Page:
Switch arms to stretch the right side of the neck. Switch legs and repeat. palms facing out. Switch arms and repeat. Lift only until your pelvis is off the deck. feet ﬂat on the deck. take a large step forward with left foot. Posterior Shoulder Stretch Peak Performance Bring left arm across chest. Use right hand to gently push upper left arm toward chest. Switch legs and repeat. Lift chin toward chest. Gently pull left arm. Switch legs and repeat. keeping your back straight. Lunge With feet side by side. Chest Stretch Clasp hands behind lower back. keeping your back ﬂat. Sit back on your heels. 56 Lizard Lie face down. Kneeling Back Stretch Kneel down with knees shoulder width apart. Lean forward so your chest rests on your thighs. Can do seated or standing. Gently press your hips forward and down. Gently grasp upper left arm with right hand and push left arm behind head. Pretzel Stretch Sit with both legs straight. and iliotibial band.Table 9-1. Bend the left knee and cross left foot over the right shin. Stretches the abdominals. lower back. Place right ankle on left knee. Bend neck so right ear moves to right shoulder. Extend arms over head. Stretches hip extensors. Stretches hip abductors. . Gently pull both knees toward chest. Stretches the triceps. Static Stretches Hip Stretch Lie on back with knees bent. Bend your left knee until it is directly over left ankle. Switch arms and repeat. Stretches hip adductors. thumbs pointed down. Neck Stretch Clasp hands behind back. Can do seated or standing. Stretches hip ﬂexors. Wrap hands around ankles and gently lean your torso forward. Stretches shoulders. Triceps Stretch Bring left arm up and back until left palm is between shoulder blades and left elbow is above left ear. Stretches lower back. Lower Back Stretch Lie on back. palms on the deck under your shoulders. Upper Back Stretch Clasp hands together in front of chest. Turn as far left as possible. Stretches back and shoulders. Stretches neck. Stretches the lower back. bring knees to chest and grasp knees with hands (arms may either be below or above lower legs). Gently pull arms up toward ceiling. Stretch arms and chest as far forward as possible. Gently lift torso with arms and lower back muscles. Turn torso left and place right elbow just below the left knee. Stretches chest and shoulders. Butterﬂies Sit with legs bent and bottoms of feet together. Grasp left thigh with both hands and gently pull it toward chest. Press through palms until back and shoulders are rounded. arms extended. Do not pull on ankles or press knees down with elbows.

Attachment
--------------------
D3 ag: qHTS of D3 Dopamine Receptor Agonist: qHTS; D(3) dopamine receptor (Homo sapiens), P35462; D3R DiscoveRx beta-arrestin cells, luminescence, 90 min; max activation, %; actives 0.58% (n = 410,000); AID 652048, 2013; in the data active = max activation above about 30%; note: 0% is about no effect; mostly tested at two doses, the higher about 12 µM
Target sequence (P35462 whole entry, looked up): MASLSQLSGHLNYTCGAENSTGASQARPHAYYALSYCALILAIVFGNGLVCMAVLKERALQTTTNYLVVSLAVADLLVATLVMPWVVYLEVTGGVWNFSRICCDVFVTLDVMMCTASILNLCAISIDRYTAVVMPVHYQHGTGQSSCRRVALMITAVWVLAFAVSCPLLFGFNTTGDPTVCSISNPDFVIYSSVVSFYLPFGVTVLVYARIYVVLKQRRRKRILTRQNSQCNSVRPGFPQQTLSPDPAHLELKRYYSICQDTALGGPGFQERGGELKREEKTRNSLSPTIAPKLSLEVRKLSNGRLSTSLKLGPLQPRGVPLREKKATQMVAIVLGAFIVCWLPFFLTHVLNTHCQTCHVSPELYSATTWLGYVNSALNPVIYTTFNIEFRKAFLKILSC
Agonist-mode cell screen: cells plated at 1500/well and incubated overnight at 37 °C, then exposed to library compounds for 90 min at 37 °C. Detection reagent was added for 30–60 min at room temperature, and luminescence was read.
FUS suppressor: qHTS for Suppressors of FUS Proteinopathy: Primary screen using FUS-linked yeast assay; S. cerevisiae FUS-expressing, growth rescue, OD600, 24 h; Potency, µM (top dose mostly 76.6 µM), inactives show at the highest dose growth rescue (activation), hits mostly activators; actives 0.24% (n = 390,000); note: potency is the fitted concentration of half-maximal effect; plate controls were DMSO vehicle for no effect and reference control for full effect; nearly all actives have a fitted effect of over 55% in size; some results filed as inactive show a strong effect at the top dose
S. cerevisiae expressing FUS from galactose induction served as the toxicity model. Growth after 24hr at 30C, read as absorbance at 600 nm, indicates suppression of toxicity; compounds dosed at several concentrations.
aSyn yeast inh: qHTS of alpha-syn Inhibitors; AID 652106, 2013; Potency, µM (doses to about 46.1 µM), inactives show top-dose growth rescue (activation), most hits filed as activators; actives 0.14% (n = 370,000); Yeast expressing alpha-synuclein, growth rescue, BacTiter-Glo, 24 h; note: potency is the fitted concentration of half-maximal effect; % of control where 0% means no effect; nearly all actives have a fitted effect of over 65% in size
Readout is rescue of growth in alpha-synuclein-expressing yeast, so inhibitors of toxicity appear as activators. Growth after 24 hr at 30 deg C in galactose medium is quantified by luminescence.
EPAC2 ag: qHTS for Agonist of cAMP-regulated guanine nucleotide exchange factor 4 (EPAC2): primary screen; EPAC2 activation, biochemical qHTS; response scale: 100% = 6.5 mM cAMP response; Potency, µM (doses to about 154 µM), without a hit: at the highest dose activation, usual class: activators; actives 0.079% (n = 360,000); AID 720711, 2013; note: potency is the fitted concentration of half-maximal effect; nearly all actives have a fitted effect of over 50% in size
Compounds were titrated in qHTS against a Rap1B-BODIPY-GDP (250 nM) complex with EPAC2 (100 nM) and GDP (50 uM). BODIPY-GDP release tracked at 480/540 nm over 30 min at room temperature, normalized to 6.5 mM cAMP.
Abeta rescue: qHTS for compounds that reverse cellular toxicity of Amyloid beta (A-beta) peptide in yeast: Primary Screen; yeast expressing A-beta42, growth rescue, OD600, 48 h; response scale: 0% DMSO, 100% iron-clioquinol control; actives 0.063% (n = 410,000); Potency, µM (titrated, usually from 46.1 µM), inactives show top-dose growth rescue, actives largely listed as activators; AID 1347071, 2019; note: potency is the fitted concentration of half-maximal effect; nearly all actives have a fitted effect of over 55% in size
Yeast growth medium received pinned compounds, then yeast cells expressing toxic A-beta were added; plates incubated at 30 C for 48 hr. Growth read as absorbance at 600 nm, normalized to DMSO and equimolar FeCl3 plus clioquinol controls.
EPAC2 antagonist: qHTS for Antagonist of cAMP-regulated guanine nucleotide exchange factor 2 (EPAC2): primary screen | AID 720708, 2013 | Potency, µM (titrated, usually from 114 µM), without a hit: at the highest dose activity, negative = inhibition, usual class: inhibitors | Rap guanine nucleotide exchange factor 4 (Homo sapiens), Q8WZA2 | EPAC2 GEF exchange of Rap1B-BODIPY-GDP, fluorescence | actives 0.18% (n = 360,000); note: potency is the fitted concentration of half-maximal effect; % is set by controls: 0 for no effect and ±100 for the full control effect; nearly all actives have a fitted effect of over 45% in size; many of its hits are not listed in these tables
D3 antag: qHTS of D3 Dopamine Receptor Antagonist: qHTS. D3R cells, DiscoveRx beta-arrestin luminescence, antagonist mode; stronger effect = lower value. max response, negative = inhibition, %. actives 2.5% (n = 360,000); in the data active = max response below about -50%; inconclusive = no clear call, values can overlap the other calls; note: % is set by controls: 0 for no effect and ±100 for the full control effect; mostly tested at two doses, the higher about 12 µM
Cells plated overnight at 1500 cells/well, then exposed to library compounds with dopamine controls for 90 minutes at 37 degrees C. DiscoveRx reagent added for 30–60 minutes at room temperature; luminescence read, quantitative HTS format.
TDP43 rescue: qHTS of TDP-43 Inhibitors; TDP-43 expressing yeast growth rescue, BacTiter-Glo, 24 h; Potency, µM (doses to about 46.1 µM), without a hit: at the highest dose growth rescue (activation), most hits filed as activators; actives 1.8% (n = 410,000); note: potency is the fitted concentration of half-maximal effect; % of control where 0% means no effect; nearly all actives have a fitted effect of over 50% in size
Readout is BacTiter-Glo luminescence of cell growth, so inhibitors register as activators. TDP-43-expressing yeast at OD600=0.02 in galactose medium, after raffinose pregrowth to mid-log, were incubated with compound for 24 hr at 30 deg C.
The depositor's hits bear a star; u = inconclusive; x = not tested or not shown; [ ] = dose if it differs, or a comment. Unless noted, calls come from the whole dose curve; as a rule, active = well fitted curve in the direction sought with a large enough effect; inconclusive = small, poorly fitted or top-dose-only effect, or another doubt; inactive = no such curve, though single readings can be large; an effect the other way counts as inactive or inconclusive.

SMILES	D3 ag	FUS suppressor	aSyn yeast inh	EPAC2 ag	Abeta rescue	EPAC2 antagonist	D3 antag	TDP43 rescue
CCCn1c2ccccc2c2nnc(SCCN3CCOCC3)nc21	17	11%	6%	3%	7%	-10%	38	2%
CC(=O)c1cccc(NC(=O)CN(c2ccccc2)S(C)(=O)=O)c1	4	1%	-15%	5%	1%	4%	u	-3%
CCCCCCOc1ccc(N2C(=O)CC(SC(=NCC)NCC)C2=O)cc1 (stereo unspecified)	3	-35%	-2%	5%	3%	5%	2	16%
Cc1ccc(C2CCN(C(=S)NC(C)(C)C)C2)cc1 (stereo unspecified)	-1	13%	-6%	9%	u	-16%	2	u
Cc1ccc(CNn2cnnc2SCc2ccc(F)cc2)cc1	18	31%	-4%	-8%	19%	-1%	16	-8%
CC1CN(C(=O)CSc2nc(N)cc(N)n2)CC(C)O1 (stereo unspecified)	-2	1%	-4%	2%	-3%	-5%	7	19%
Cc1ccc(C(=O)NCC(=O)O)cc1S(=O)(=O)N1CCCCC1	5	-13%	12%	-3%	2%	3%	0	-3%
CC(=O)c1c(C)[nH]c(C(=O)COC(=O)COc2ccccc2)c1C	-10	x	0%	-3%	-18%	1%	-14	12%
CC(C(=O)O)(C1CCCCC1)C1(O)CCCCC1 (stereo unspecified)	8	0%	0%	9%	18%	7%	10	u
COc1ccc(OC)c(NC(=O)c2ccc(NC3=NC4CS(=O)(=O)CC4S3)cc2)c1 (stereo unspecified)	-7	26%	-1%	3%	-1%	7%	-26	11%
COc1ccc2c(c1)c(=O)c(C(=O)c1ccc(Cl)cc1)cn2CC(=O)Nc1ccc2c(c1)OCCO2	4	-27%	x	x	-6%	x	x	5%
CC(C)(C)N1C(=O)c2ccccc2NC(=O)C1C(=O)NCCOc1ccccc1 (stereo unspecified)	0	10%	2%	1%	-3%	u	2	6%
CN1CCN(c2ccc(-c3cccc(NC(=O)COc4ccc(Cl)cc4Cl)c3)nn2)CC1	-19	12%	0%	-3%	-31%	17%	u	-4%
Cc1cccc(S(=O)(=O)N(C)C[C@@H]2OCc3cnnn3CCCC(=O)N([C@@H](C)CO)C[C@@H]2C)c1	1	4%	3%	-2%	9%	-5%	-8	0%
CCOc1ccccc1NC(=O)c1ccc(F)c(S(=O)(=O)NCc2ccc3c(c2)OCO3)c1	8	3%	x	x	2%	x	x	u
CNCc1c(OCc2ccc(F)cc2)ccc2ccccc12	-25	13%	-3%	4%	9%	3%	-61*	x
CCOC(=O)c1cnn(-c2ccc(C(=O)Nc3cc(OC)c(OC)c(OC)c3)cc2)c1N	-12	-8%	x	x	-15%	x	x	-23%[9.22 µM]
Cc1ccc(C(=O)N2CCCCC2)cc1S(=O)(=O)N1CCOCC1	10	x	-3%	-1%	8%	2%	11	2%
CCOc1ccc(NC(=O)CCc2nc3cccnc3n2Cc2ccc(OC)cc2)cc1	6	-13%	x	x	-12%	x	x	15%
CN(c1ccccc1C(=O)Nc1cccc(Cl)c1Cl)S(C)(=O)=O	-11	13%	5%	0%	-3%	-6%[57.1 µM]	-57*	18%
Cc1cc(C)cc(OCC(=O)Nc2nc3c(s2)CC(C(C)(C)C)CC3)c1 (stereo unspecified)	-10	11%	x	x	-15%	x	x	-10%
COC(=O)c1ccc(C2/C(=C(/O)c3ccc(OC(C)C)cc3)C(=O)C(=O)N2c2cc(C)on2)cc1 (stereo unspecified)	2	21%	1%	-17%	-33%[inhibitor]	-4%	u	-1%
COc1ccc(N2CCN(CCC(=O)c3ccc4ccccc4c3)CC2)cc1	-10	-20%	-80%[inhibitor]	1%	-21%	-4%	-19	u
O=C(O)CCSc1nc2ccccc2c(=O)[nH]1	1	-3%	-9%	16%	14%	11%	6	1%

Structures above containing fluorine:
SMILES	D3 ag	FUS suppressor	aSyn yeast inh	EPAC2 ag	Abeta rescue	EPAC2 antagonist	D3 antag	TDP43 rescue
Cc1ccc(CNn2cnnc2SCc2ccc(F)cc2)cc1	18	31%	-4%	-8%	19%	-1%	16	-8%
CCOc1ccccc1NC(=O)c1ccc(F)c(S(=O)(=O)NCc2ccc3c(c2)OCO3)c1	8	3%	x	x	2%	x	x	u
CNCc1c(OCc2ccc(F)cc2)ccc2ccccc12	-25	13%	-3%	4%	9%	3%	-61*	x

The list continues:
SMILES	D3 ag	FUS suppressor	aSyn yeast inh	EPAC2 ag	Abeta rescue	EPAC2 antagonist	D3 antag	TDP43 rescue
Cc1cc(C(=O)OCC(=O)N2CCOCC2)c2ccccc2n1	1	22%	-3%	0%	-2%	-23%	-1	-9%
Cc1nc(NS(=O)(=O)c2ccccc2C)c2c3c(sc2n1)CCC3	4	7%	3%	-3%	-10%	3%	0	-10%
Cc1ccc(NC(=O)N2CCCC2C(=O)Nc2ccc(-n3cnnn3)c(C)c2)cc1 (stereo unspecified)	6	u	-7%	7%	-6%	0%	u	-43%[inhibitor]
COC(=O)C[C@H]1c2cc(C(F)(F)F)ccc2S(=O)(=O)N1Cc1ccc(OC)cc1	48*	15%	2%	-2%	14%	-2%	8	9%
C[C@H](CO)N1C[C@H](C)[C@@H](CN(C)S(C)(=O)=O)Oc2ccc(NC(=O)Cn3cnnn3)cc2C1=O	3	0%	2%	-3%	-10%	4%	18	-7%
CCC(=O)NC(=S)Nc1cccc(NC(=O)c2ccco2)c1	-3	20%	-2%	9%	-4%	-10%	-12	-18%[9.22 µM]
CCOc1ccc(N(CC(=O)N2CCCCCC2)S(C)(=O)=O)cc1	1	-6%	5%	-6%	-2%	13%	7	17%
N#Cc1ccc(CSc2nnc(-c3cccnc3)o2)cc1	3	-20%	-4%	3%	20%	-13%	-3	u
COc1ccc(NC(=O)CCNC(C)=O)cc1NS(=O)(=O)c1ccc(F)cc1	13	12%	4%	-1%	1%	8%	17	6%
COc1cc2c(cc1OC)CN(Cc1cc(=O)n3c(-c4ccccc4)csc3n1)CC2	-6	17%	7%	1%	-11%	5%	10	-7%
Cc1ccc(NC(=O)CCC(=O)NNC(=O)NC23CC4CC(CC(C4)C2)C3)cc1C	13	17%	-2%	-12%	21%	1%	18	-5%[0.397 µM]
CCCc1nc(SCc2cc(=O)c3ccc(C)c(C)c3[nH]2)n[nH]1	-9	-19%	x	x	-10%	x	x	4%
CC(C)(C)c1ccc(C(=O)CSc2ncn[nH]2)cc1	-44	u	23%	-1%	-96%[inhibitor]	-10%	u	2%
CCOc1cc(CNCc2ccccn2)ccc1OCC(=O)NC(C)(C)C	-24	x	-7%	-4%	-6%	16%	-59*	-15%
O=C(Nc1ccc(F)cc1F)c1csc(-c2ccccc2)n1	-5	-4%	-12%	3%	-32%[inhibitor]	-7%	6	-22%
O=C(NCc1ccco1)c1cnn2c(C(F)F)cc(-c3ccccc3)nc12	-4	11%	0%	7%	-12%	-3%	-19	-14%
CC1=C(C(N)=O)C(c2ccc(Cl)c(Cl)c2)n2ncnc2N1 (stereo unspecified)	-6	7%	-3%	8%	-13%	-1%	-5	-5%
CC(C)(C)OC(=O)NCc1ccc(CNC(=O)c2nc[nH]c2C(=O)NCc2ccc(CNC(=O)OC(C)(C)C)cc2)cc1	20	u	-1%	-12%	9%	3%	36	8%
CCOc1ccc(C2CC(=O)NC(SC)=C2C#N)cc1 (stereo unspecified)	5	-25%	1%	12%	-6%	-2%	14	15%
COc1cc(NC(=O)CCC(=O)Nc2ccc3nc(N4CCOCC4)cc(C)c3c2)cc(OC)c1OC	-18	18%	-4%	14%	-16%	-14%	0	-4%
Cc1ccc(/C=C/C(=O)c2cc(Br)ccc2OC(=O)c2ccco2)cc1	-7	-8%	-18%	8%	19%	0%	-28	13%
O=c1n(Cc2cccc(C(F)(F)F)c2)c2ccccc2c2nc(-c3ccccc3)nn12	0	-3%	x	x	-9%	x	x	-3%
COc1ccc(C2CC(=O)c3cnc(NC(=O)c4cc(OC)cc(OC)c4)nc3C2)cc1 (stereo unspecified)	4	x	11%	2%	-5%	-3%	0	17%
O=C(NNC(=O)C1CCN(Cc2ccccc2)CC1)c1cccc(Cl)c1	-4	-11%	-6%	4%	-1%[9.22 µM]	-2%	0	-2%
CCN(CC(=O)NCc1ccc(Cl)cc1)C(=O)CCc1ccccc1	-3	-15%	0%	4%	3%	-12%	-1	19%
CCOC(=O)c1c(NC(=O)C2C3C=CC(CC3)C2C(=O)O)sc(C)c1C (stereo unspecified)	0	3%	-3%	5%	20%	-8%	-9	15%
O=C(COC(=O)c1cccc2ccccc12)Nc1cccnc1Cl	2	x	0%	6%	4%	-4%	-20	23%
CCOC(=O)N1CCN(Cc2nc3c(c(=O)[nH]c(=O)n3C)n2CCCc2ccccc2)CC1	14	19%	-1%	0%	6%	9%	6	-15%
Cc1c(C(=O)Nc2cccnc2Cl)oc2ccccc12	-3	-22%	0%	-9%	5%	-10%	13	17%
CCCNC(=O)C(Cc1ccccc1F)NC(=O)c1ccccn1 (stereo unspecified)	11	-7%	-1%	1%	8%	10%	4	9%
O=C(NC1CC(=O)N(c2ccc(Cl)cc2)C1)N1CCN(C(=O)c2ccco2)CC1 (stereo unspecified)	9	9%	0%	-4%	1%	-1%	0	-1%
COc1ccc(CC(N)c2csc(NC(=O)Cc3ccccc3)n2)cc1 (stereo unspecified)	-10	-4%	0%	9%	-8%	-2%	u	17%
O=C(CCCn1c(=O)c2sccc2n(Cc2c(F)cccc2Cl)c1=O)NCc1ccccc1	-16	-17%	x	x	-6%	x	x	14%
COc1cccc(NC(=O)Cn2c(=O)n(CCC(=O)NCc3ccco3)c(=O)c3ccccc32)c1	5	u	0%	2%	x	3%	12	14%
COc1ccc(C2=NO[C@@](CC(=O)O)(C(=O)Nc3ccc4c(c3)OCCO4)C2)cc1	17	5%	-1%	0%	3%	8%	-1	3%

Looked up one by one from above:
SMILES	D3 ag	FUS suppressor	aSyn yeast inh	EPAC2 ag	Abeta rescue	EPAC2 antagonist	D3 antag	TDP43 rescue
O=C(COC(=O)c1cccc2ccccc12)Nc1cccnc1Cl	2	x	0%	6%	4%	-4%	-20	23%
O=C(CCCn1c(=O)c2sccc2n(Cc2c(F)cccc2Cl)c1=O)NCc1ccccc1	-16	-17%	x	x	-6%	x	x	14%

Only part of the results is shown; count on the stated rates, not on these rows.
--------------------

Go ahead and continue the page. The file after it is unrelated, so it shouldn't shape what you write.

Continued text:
Count 1: slowly turn your torso. to the right and pause. Count 2: slowly turn your torso to the left and pause. Dynamic Stretches Neck Stretch Begin from a standing position. Count 3: slowly move both arms forward. Count 2: slowly bring both arms down and back. Stretches the neck muscles. and back. Count 2: repeat count 1. Repeat. Count 1: slowly roll the head to one side. Count 2: using the right leg. Variation: Turn your head to look over your right shoulder then slowly turn your head to look over your left shoulder. Variation: walk on the heels with toes pointed upward. Repeat. Stretches abdominals and obliques. distributing body weight across both legs. Table 9-1 and Table 9-2 were adapted from The Navy SEAL Physical Fitness Guide. at the waist. Repeat.Through Nutrition and Exercise 57 Table 9-2. Stretches the shoulders. When lunging forward. Trunk Twisters Begin in a seated position with legs crossed and hands placed behind your head. Do not roll the head back. Press-Press-Fling Begin from a standing position with arms bent. Stretches both the calf muscles and the muscles in front of the shins. Four-Way Lunges Begin from a standing position. Stretches the leg muscles. up. Up Back and Over Begin from standing position with arms at sides. Stretches the chest and shoulders. Count 3: slowly roll the head to the other side. Count 1: lunge forward with right leg. Flex and extend the feet and toes. Count 1: gently pull elbows back and release. the knee should not extend beyond the toe of that leg. Count 4: slowly roll the head to the front again. Repeat this movement using the same leg but lunge to the side. Count 2: slowly roll the head to the front. Standing Toe Pointers Start from a standing position with body weight over the heels. Perform exercise with the left leg. push off and return to start position. back. . fists at chest level. Count 1: slowly bring both arms forward and upward. chest. and elbows out to the side. and around to complete a full circle. Count 3: slowly extend arms and pull them back.